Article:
Reducing Seclusion and Restraint during Child and Adolescent Inpatient Treatment: Still an Underdeveloped Area of Research
Marije Valenkamp, Kathleen Delaney, Fop Verheij
Journal of Child and Adolescent Psychiatric Nursing
Half of all youth hospitalized in inpatient psychiatric facilities manifest aggressive behavior. When aggression escalates to the point of danger, measures must be employed to guarantee safety of both patients and staff. In this paper, the current empirical evidence for intervention models to reduce restriction and restraint utilization in children and adolescents is reviewed.
PubMed and PsycINFO were searched for English-language articles published between 2006 and 2013. Included were empirical studies of child or adolescent inpatient populations using a pretest and posttest design.
Included in this review are three empirical papers describing two different intervention models that met the inclusion criteria.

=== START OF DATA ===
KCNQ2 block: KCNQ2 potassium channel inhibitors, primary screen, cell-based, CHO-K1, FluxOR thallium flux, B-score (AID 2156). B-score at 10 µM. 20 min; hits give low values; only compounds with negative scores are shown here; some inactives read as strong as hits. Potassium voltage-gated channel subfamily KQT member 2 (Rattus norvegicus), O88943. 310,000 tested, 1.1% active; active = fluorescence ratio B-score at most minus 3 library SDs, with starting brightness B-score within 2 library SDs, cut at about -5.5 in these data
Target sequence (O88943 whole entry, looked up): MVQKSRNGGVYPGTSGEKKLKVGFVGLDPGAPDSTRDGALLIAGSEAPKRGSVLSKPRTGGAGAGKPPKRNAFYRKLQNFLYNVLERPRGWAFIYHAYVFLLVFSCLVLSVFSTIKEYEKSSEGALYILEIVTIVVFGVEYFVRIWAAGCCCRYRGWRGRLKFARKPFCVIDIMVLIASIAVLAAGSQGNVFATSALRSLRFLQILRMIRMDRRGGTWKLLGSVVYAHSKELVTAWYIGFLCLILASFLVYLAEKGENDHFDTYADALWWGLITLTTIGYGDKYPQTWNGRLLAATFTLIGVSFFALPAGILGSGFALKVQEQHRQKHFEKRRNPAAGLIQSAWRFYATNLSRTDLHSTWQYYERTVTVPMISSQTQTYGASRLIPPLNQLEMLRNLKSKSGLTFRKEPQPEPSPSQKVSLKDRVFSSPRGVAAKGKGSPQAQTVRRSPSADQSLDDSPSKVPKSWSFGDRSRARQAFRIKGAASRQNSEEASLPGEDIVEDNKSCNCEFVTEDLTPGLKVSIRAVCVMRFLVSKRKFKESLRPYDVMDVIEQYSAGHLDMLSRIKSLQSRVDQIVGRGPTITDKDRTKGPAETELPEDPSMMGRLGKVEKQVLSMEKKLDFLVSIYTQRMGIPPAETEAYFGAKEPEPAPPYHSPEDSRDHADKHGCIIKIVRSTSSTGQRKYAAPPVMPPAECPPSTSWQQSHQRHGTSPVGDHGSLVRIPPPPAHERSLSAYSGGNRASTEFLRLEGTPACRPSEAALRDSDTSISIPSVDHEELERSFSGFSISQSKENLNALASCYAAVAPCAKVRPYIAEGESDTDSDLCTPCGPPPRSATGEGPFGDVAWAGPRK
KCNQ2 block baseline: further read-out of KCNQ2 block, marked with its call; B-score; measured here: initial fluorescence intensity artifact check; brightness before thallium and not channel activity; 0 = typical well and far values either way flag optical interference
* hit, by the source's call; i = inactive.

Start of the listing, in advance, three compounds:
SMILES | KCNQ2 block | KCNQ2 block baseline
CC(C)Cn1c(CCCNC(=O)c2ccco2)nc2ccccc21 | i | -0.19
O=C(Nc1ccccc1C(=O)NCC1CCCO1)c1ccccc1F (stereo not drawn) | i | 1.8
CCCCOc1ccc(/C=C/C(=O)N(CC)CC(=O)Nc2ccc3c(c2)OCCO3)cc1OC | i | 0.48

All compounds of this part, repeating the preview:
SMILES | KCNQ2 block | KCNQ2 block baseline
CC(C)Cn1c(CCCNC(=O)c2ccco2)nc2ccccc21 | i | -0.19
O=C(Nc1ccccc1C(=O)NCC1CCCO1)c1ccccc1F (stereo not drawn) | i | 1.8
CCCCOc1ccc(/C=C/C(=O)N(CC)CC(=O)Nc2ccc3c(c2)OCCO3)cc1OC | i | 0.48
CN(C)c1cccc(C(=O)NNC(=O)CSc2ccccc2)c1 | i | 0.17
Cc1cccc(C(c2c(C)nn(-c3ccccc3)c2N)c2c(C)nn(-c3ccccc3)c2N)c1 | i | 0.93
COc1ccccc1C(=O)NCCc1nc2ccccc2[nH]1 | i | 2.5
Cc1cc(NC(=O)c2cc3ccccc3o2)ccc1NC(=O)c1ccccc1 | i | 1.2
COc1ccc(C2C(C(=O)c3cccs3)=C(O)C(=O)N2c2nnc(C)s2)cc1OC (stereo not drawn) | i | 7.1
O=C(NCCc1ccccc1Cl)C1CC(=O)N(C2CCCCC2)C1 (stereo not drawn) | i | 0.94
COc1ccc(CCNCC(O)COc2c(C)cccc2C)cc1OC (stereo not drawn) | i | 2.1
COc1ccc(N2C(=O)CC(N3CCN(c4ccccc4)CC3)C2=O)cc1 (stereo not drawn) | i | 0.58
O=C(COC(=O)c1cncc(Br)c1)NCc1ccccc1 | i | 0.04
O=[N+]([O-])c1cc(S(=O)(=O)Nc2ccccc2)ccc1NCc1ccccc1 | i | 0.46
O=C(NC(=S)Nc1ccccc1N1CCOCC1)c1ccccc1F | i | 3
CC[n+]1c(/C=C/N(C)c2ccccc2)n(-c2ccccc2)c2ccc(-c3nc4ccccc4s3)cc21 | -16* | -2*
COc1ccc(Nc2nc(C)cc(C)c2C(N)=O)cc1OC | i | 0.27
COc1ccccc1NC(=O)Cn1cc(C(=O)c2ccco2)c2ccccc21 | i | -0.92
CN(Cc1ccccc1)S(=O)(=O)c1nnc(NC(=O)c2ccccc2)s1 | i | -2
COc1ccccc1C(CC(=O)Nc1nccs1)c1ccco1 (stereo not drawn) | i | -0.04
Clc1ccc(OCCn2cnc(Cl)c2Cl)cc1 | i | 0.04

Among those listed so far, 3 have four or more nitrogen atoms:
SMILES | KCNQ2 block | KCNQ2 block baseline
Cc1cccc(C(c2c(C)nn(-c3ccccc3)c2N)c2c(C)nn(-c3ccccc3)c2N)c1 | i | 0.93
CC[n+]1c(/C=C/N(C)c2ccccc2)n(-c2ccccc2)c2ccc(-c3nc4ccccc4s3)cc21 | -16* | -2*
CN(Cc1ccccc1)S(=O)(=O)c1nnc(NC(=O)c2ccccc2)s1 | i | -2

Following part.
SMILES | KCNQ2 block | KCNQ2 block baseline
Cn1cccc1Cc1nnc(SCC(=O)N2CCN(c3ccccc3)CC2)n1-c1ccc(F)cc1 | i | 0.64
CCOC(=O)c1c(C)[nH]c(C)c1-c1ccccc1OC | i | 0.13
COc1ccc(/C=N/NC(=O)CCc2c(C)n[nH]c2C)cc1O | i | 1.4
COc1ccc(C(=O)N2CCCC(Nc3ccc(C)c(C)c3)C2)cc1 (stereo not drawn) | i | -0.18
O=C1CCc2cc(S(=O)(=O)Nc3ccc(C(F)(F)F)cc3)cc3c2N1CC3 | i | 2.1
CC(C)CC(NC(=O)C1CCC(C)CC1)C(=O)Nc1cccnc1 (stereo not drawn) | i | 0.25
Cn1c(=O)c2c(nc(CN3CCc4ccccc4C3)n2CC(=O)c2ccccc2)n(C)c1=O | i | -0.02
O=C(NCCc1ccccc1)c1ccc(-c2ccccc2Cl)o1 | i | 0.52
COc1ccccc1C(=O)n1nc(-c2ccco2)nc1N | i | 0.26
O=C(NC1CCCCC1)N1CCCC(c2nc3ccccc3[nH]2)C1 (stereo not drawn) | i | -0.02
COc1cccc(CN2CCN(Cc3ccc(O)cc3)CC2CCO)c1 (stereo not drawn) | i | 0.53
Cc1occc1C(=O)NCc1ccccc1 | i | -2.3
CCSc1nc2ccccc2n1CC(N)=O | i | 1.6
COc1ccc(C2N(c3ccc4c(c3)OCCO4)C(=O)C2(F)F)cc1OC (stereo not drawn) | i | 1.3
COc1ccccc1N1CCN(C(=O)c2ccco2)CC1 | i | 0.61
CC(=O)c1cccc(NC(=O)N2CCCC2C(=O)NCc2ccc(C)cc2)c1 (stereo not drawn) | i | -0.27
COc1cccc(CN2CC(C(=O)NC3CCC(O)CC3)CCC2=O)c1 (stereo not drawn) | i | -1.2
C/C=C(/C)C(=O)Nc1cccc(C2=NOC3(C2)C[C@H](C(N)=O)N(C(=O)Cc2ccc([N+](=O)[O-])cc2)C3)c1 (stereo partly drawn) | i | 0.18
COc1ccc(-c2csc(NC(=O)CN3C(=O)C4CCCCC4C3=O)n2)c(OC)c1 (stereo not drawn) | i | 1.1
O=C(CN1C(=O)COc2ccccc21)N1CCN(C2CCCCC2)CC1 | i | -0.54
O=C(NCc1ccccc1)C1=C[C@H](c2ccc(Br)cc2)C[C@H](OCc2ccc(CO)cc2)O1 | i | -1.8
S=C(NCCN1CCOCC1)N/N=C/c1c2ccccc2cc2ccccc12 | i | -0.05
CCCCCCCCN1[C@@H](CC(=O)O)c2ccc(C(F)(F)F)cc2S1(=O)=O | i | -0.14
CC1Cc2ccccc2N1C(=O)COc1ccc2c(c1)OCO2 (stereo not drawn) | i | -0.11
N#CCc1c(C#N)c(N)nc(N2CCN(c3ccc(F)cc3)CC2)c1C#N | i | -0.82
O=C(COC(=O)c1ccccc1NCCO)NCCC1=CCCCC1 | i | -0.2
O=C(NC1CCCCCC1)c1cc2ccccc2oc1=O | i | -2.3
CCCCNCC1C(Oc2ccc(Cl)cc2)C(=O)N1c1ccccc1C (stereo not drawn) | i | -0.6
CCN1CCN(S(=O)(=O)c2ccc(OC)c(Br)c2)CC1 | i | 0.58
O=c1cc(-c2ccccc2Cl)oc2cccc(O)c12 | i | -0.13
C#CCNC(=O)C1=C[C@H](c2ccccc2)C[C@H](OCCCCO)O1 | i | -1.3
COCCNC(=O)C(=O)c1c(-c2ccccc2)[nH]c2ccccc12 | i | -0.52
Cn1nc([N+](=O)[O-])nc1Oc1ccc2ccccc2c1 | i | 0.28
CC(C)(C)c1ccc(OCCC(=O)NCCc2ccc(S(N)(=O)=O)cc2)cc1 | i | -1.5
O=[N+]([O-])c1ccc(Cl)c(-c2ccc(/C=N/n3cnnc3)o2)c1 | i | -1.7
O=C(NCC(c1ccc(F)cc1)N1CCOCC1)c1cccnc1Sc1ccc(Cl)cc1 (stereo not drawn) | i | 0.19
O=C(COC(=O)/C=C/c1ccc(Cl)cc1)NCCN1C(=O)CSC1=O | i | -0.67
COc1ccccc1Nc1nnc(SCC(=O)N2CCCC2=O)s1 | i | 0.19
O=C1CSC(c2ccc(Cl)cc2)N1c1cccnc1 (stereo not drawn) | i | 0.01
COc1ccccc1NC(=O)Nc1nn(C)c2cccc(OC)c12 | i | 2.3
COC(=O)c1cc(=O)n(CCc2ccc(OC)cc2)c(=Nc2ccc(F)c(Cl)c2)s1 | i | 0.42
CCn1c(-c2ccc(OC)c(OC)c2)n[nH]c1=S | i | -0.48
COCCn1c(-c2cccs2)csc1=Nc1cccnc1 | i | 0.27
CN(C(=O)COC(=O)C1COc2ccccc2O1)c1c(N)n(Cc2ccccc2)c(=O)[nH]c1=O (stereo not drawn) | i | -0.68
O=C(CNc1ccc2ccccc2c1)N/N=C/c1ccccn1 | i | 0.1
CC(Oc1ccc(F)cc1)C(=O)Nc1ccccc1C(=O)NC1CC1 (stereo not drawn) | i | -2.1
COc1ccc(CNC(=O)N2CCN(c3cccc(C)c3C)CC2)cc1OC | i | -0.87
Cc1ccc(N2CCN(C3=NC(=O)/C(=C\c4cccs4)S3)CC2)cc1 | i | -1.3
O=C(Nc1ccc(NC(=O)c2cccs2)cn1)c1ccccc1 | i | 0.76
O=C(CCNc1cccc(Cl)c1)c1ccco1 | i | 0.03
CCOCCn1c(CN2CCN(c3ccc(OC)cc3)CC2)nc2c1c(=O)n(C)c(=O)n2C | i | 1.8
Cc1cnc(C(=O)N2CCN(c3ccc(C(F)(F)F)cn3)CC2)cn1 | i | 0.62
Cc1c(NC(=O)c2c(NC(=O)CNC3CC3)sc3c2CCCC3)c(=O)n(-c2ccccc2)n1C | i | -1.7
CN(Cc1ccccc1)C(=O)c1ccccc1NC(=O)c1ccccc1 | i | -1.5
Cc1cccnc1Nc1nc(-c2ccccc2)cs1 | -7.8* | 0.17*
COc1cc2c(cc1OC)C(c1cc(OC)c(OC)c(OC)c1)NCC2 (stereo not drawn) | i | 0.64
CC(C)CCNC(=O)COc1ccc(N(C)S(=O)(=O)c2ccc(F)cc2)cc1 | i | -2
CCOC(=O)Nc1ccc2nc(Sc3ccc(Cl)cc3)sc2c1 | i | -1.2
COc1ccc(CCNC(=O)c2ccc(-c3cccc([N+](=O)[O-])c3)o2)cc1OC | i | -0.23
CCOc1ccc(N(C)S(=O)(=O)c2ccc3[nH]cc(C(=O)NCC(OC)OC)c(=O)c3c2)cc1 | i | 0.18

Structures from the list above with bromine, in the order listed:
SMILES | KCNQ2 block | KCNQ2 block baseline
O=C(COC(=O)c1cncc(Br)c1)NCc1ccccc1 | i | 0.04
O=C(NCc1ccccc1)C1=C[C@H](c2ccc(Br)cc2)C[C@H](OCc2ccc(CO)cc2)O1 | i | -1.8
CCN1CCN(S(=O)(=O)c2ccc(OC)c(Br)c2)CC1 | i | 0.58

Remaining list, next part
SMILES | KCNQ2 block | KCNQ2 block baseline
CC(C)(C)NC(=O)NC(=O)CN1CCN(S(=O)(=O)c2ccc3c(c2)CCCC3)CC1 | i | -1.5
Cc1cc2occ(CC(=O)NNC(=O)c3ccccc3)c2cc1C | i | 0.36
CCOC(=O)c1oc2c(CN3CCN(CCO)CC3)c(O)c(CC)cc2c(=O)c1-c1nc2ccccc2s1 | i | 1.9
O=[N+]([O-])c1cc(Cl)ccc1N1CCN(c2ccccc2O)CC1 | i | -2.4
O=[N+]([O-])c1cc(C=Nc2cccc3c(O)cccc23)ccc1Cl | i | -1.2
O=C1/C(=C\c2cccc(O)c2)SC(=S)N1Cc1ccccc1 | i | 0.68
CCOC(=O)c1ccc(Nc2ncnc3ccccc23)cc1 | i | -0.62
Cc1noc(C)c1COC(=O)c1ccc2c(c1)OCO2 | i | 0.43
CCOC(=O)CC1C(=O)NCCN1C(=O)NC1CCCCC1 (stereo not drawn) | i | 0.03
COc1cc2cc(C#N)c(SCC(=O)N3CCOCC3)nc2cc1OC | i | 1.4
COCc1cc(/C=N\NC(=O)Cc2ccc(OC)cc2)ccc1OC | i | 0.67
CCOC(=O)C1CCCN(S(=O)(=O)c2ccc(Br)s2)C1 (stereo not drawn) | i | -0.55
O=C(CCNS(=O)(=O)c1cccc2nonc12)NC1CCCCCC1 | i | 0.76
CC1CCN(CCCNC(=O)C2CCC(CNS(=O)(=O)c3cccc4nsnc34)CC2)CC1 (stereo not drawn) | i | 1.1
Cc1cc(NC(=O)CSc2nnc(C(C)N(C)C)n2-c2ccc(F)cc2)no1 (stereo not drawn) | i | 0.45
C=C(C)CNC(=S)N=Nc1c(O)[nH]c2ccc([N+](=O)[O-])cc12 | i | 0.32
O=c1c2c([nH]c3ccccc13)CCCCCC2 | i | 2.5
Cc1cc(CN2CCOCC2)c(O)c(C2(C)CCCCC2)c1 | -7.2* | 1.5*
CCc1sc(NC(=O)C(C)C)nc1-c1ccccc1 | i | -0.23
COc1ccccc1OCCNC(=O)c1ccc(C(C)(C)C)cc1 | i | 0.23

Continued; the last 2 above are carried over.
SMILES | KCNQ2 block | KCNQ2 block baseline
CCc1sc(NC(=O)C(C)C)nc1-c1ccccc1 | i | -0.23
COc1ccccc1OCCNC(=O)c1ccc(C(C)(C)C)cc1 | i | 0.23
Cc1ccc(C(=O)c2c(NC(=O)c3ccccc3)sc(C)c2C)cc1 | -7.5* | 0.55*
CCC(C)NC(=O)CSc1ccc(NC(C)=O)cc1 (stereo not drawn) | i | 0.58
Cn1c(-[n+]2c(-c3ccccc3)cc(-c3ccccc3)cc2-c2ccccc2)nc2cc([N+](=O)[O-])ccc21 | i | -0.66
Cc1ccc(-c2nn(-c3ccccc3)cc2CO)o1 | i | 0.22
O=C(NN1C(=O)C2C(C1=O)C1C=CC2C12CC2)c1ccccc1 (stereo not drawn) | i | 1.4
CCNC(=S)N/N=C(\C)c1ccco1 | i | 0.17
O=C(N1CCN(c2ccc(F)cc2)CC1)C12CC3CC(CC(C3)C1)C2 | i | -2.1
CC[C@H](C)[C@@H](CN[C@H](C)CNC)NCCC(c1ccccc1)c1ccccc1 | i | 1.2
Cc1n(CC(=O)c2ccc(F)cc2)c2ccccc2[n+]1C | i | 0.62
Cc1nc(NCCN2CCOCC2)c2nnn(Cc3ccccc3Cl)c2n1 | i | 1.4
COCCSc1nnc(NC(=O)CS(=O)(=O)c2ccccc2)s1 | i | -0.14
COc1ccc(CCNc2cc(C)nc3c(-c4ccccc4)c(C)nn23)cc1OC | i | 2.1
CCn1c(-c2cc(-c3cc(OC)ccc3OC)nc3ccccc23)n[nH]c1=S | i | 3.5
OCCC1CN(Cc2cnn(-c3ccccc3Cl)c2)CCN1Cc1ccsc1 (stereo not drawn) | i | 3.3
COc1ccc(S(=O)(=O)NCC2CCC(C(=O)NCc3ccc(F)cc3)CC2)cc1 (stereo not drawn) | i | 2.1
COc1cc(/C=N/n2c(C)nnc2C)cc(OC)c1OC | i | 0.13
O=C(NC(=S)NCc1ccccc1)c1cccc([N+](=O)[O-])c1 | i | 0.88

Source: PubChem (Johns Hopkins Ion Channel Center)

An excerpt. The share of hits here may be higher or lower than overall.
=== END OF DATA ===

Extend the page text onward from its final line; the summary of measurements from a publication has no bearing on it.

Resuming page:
The review indicates there are two empirical supported intervention models that are helpful in reducing seclusion and restraint utilization in children and adolescents. The promising empirical findings support evidence and application to the child/adolescent population for at least three of the six National Association of State Mental Health Program Directors core strategies for restraint reduction. The modest number of empirical papers reflects that reducing restrictive measures in child/adolescent inpatient treatment remains an underdeveloped area of research.